Commitment is the core of every marriage. The global economy is driven by sexual, emotional and other forms of commitment between two (or maybe more) people. At the induction of every marriage commitment, a tree of economic growth is planted that increases many sectors of the economy. Need I say that marriage has been the springboard for producing a nation’s labour force? But that core, is threatened heavily, so is the economy.

bld016719Many elucidators have given numerous perspectives in response to the evolving trends; some have charged falling sex ratios, changes in supply and demand balance, rise in age of commitment, amongst others. But then, different societies may have their account of what is changing the pattern of the wind that drives marriages.

Zainab Alkali’s ‘The Stillborn’, gives an insight which may account in certain ways to the position of young women. It represents a 51QTyupPXRL._SL500_AA300_shift in mindset that has organically taken root coming from a disenchantment of a failing marketing approach. De Beauvoir states that ‘marriage is the destiny traditionally offered to women by society’. Marriage is a woman’s destiny, and the hunger to fulfil that destiny injected into every young woman is reinforced with the carrots of a heterosexual intensely romantic relationship dangles just everywhere. With all naivety, the character of ‘Li’ in ‘the Stillborn’ hung to the dream of a romantic marriage that will provide material and emotional support and be the answer to all her problems. In ‘Li’s theory, all she had to do was provide him sexual satisfaction, cook his meal and cuddle him to her breast, and then the dreams will come true.

love-carrots-low-res-iStock_000013121473MediumLike her friend ‘Faku’, these women became disillusioned as their belief and faith in marriage meeting their needs remained a stillborn. Marriage was not a Siamese twin relationship where their heart beat together and two halves made a whole. They had believed a lie, for them, pursuing the promises of the carrot was like chasing a moving target. Finally, there is a shift in mindset for the women and a redefined approach to seal the cracks on the wall of their life. Their new understanding redefines marriage and their expectations; it recasts the patriarchal society and the favoured role given to men. Questioning conventions, ‘Li’ uses her new mindset as a weapon of self empowerment.

Such disillusionment and rapid changes in the economy has raised many daughters of ‘Li’ who see it more practical ???????????????????????????????????????for educated single women to sustain themselves and their children without a man’s help. The traditional value of marriage keeps withering away by the day, in the mind of a man, maybe the character of ‘Habu’ saw commitment to ‘Li’ as a constrain, controlling and confining him to the eventual robbery of his masculinity.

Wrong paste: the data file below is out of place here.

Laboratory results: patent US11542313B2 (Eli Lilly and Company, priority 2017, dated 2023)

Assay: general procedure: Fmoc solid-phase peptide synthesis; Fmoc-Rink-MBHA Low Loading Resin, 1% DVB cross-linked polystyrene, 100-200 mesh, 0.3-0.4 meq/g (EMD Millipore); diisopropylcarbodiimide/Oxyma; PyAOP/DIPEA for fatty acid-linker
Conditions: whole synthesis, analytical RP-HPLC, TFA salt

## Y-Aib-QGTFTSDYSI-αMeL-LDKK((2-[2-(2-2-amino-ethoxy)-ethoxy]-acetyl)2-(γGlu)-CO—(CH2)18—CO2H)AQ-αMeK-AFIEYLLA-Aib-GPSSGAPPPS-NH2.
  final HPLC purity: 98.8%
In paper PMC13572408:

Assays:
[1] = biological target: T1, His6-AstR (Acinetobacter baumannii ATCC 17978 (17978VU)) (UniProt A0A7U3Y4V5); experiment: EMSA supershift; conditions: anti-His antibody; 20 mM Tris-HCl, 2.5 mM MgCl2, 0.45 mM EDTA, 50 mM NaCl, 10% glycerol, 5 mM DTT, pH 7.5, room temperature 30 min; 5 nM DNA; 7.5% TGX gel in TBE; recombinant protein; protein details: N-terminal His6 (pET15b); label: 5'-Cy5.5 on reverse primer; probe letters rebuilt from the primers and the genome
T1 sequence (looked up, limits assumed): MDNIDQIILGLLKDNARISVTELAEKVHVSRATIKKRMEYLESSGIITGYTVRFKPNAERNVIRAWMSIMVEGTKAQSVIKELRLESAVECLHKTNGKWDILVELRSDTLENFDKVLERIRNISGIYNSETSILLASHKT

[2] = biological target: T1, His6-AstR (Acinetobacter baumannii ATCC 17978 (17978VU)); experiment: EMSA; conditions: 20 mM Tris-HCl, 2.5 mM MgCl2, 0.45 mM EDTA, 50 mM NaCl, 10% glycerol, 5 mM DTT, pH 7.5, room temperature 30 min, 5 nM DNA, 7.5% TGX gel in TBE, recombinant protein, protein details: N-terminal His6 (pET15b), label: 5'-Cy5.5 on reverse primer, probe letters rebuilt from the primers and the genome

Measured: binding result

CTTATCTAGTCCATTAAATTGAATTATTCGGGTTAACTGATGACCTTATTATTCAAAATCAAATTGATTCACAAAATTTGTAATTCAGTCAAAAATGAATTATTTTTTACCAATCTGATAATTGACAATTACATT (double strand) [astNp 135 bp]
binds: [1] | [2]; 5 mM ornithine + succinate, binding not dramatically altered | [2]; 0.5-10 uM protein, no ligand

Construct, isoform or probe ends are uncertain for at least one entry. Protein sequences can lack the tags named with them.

Like gold, diamond and currency markets, the marriage market can suffer swing in prices with small changes to the supply and demand ratio. Such swings can be caused by a changing perception. In the case of marriages today, the swing hits strongly at the level of commitment given by individuals in the institution and those outside.

10318535-married-couple-bride-and-groom-figurine-inside-a-roll-of-us-dollar-banknote-bills-isolated-on-whiteThe lack of that organic growth in the culture that sustains marriage in the heart of people needs attention of everyone interested in sustaining economic growth driven by marriage.

Succinctly, this review has not given an explanation of what is happening to marriages, it only suggests and adds to existing perspectives using works of fiction. The views that the characters in ‘the Stillborn’ conceptualizes may again give insight on how to progressively focus on sustaining our socio-economic development, considering that individual and family patterns fit into larger socio-economic structures of our society.download (1)

Nonetheless, how high the demands for marriage will be in the future will depends on what approach of  development each person and the society adopts. If we choose to consider a holistic approach that prioritizes the well-being and happiness of the people, the marriage concept may suffer a shock as individuals will define marriages on the backdrop of happiness, self esteem amongst others. But if we choose economic approach, then it may continue to survive just the way it is.

-Written by Adaobi Nkeokelonye

Fiction and Development

 -Written by Adaobi Nkeokelonye

Remember reading about  Erin Gruwell and the 150 students who used writing to change their life in ‘The Freedom Writer’s Diary’, it demonstrates the power of writing as a tool for social change. Similarly, I could understand why writers are often the enemies of tyrant governments around the world. The unrest created by their work is a proof that the act of  writing can be an emancipatory force for change. Like painters, writers weave words together to create colours, lines and stories that are undoing silences in many societies.